The world of piano education has long been dominated by outdated traditions. Technique and the mastering of classical repertoire are often seen as the gold standard for assessing skill level, often comprising the bulk of most established curriculums. While these do have their merits, it’s essential to recognize that measuring skill of any instrument solely based on these factors does not provide an accurate assessment of a student’s capabilities. In this blog post, we’ll explore why a broader perspective is required to properly evaluate anyones true skill set.
1. Musical Diversity
First off, the piano is a very versatile instrument. it has the ability to transcend many genre boundaries. While classical music can showcase a handful of the instrument’s technical demands and expressive possibilities, there are SO MANY other genres such as jazz, blues, pop, gospel, and rock. The list goes on and on! Each genre has its own unique challenges, structures, and techniques that are specific to them. Dismissing a pianist’s skill based solely on their proficiency in one or two genres of repertoire, completely overlooks the majority of other, and quite frankly, more popular genres.
2. Creativity and Improvisation
Most popular curriculums and methods will have a strict adherence to written scores, leaving very little room for improvisation or personal expression. This is such an immense overlooked aspect of musical skill, since, well, every piece of music started by someone creating it! Many modern musical genres rely on creativity, spontaneity, and the ability to improvise. Pianists who excel in these areas possess a different set of skills that I would argue are equally, if not more valuable than the best sight reader. This showcases their ability to think on their feet, and create something from scratch. Whether an original song or a solo!
Now this one is more of a quality issue. Many do judge skill based on performances, whether it’s in an audition, exam, or concert setting. However, the question is, what should we be judging a performance on? And what are the responsibilities of a musician in this setting? The mistake that’s commonly made here is judging someone’s skill solely based on the fact that they could play a song, in front of living people… That’s it!? Factors like body language, comfortability, emotional expression, and crowd engagement are more often than not swept under the rug. Without mastering these skills, you’ll make everyone just as nervous as you when you perform!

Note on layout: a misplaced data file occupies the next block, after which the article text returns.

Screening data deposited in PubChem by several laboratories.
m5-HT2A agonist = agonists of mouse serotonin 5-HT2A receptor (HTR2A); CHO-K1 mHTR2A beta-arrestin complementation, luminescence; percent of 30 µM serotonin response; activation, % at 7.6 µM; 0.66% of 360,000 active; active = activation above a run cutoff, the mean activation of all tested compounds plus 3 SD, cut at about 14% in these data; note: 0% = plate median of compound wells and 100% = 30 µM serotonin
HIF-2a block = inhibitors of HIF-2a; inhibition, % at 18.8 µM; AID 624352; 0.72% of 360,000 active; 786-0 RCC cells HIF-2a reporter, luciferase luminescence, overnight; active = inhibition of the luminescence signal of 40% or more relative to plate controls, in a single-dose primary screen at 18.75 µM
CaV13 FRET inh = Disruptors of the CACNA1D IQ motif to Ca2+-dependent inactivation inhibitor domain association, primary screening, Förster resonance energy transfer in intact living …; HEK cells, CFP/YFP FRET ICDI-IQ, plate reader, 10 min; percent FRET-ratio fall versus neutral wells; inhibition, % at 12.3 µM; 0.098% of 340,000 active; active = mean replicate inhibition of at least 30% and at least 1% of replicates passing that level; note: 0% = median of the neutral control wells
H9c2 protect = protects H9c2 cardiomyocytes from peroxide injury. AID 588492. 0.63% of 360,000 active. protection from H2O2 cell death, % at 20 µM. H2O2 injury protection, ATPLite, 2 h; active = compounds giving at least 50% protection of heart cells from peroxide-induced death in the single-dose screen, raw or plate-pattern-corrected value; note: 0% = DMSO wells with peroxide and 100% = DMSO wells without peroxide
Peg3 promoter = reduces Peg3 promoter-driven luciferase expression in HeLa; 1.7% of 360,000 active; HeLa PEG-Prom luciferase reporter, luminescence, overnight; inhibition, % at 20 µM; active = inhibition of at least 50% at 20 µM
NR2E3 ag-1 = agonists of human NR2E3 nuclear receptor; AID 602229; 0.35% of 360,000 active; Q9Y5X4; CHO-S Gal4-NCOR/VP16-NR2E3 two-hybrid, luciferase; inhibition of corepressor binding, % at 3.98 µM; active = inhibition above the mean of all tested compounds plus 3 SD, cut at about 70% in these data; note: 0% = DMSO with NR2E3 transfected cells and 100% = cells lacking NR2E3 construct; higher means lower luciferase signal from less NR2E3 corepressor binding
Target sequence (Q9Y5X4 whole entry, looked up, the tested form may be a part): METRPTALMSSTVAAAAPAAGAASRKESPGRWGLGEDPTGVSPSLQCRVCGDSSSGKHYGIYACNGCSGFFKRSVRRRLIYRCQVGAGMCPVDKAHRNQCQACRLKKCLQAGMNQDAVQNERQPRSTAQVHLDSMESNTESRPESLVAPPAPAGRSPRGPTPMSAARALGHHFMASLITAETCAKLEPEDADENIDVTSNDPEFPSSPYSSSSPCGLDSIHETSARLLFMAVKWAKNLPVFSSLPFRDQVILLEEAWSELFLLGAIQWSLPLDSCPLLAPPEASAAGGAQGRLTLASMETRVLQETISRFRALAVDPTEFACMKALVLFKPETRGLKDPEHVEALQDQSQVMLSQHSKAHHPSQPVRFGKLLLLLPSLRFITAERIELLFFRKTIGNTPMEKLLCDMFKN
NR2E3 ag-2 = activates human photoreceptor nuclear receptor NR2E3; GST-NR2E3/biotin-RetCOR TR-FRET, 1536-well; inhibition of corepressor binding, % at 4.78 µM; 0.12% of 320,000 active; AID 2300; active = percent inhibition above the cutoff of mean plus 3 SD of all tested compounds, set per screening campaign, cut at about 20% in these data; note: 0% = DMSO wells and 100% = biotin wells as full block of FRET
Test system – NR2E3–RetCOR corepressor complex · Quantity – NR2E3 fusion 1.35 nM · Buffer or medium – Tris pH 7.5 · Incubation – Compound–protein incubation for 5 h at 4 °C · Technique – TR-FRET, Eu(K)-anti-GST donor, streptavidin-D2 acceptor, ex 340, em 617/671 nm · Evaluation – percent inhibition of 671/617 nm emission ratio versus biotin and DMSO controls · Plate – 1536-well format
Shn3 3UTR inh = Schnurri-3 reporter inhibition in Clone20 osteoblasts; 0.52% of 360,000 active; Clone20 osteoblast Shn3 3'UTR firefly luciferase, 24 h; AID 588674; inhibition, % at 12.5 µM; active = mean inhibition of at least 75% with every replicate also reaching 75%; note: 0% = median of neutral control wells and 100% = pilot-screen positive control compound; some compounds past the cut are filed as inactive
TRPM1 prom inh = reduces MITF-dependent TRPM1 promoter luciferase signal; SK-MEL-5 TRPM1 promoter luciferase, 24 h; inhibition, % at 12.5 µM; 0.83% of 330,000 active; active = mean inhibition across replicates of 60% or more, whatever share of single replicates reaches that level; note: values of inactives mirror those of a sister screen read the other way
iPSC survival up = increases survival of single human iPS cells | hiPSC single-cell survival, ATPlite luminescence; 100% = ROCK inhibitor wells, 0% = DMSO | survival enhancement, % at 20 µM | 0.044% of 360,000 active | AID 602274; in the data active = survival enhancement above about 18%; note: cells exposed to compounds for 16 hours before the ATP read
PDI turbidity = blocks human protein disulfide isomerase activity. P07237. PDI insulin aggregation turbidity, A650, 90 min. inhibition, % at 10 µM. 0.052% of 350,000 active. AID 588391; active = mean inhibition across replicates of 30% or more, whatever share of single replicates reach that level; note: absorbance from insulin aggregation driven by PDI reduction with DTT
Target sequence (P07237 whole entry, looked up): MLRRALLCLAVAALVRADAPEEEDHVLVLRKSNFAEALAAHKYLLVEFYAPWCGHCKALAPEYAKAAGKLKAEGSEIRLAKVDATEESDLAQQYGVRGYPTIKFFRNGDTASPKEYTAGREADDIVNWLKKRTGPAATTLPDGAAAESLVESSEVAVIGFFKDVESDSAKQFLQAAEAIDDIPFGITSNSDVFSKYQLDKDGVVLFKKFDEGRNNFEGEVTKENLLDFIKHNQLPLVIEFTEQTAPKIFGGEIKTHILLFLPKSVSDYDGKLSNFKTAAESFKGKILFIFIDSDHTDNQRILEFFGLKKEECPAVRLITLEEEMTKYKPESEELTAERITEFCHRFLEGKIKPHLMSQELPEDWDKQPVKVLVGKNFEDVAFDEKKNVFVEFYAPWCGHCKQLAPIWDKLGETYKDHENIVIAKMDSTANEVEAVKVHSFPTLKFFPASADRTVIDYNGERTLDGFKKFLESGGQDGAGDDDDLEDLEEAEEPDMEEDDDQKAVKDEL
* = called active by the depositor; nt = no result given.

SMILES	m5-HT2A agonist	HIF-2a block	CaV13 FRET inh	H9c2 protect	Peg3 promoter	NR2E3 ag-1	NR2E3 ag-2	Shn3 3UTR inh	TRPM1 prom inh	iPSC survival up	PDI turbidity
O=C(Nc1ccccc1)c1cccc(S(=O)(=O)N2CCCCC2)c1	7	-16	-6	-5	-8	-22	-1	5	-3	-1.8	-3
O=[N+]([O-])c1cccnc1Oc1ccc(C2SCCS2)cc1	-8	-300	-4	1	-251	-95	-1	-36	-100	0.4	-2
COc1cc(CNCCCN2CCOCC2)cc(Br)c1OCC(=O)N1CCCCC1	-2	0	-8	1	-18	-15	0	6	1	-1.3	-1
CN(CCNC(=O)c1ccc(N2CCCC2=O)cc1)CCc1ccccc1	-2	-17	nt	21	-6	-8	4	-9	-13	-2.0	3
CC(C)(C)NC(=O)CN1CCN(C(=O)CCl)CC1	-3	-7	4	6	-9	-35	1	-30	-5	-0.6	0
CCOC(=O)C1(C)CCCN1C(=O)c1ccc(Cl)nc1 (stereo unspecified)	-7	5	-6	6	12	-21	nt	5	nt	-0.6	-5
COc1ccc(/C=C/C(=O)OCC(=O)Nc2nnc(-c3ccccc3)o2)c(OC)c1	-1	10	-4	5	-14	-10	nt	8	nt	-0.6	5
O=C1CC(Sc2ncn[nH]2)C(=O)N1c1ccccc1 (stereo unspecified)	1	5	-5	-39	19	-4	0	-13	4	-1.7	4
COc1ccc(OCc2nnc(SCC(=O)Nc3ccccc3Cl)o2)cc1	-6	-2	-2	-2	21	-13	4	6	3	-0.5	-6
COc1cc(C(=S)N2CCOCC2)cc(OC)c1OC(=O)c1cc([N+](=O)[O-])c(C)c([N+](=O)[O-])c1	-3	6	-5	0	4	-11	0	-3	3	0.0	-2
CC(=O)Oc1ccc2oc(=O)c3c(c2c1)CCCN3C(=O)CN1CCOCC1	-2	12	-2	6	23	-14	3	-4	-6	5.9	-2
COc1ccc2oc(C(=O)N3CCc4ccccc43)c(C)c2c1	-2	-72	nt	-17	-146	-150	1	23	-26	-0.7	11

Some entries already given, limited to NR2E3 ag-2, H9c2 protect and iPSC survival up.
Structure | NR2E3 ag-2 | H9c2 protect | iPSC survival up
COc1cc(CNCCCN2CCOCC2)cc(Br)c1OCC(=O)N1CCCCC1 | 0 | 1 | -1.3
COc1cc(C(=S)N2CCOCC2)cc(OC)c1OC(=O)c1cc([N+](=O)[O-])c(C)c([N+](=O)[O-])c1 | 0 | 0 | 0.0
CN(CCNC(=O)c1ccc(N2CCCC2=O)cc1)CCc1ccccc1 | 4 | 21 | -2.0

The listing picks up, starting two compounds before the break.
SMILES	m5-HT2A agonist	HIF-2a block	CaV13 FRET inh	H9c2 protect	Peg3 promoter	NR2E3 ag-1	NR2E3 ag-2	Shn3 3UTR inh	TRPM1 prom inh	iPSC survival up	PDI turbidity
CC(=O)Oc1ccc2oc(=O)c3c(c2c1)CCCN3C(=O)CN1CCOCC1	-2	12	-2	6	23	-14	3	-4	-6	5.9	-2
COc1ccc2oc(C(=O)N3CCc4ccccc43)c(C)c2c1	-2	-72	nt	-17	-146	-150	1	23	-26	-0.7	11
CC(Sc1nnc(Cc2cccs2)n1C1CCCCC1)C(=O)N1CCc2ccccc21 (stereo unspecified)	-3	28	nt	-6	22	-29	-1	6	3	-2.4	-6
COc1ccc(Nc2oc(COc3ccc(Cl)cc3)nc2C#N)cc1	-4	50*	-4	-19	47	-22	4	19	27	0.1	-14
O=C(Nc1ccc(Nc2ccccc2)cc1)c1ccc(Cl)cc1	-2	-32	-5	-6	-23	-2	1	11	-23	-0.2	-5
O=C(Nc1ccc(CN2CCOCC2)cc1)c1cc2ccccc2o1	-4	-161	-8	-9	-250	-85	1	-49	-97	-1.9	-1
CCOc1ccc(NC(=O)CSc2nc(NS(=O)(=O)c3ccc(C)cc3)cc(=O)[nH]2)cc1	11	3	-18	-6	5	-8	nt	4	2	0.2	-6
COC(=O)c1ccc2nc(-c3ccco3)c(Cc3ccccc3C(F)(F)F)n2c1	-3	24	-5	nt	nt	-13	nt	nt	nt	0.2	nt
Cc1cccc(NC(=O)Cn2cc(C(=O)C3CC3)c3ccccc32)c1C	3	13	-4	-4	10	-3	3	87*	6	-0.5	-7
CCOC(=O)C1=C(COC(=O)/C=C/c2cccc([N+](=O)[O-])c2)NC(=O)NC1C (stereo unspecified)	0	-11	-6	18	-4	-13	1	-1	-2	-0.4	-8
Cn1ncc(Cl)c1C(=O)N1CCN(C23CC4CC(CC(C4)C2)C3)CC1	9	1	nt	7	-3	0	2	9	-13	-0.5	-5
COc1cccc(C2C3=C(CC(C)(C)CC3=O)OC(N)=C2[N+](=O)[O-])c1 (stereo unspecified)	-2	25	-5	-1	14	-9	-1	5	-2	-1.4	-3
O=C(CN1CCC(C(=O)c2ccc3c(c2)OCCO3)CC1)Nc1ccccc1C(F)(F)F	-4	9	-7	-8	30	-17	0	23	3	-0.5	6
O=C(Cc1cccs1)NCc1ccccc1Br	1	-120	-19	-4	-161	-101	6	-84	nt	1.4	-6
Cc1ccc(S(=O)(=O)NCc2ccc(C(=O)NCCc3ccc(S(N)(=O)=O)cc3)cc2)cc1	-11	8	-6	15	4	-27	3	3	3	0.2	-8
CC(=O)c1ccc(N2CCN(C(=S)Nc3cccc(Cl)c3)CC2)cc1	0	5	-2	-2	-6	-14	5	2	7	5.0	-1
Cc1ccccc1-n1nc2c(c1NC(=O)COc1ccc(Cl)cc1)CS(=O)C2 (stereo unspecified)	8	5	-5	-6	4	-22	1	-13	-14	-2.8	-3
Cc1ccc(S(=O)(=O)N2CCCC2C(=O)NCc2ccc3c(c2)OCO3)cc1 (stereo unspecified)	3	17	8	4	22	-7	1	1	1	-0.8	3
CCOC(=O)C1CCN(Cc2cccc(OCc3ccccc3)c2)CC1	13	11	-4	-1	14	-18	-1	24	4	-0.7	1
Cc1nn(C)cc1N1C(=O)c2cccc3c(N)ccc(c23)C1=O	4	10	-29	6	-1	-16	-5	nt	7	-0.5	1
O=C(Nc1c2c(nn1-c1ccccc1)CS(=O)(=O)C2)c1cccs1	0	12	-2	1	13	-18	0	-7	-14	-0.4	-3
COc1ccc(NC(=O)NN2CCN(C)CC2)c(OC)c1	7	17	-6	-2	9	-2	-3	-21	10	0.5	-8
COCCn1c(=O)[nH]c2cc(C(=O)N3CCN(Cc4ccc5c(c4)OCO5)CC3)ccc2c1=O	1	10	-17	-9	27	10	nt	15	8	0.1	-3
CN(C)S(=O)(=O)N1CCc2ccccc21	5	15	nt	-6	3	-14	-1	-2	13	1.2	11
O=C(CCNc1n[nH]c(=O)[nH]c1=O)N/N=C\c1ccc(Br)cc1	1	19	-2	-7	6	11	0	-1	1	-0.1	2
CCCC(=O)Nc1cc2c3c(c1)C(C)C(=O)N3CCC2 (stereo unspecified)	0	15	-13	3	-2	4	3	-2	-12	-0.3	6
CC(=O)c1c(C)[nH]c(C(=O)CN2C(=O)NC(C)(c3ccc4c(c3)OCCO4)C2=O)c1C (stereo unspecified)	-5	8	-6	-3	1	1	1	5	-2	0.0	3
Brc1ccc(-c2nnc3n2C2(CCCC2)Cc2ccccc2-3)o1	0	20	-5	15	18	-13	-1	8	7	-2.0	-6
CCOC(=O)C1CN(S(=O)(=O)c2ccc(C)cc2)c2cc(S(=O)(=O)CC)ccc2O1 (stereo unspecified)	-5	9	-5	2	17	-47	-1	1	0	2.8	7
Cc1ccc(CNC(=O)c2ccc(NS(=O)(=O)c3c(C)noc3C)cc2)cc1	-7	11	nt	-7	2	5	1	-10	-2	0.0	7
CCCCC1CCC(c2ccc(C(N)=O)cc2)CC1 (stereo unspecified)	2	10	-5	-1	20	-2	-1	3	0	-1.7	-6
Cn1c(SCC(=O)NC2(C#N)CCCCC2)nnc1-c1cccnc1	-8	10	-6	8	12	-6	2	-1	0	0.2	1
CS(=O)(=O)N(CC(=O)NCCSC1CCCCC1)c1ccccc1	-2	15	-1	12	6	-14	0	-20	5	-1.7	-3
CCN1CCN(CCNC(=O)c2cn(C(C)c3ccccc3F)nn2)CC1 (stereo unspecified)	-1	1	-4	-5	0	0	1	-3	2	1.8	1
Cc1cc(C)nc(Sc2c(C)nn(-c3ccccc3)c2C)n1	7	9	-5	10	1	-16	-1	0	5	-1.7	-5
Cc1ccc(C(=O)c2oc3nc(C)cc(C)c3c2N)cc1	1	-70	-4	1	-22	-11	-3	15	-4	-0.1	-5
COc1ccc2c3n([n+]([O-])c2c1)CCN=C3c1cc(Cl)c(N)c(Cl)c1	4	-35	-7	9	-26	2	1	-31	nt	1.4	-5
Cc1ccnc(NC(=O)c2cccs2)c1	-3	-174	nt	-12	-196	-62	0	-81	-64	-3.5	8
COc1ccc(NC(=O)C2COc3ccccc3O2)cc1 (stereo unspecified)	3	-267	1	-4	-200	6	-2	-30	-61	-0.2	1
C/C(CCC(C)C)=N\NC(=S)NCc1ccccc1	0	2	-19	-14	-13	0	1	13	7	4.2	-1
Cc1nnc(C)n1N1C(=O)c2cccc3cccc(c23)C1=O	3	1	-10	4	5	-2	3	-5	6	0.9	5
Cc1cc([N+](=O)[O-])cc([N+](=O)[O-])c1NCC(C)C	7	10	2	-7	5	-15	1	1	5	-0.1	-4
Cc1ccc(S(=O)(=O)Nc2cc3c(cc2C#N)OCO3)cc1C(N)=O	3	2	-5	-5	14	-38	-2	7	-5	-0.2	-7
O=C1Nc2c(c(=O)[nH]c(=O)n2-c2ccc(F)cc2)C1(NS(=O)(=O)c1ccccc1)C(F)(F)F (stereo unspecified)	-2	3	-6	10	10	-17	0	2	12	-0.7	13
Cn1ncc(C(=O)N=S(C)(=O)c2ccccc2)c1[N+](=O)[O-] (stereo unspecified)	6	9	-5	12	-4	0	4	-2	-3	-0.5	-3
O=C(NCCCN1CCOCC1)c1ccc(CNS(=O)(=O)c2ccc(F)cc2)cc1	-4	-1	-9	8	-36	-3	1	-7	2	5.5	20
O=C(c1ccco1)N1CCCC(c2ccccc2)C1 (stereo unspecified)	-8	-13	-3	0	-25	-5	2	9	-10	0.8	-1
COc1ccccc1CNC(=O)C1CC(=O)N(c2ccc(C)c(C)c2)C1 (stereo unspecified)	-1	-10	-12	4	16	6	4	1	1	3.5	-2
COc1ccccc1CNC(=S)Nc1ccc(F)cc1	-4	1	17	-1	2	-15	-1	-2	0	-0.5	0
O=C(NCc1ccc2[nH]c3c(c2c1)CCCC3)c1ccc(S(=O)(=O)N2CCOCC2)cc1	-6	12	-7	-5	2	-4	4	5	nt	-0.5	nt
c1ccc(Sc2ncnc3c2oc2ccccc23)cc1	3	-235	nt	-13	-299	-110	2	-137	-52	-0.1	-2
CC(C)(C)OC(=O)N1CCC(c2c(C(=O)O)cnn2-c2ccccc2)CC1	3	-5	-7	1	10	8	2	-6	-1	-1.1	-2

4. Technological Integration
Although you’d think that it’s hard to argue against the fact that technology has transformed the piano, many do, and decide to stick with what they call “real music”. Open up your mind and let the good ol’ days go! Where are the electronic elements, synthesizers, and digital effects? If you have a computer, your digital keyboard could be used to play any instrument you can name! Evaluating a pianist’s skill should also consider their ability to navigate and integrate technology in a more modern context.
5. Collaborative and Ensemble Skills
Piano players can often be called upon to collaborate with other musicians in various settings, including songwriting sessions, joining bands, jam sessions, and studio sessions. In order to hold your own in these collaborative settings, it requires a completely different skill set. This includes the ability to listen, adapt, and contribute your creativity meaningfully to a group. This is very often dismissed as a valuable skill set until the opportunity arises and it’s too late.
While classical technique and repertoire remain an important foundation for piano players, it is crucial to broaden our perspective. Music is constantly evolving. We evolved from Beethoven to Drake after all. Embracing diversity in musical styles, recognizing the importance of creativity and improvisation, appreciating someone putting on a good show, acknowledging technological integration, and valuing collaborative capabilities are all too often dismissed. By doing so, we can celebrate what TRULY comprises a well rounded musician in today’s day and age, encouraging a more inclusive and open-minded approach to assessing skill.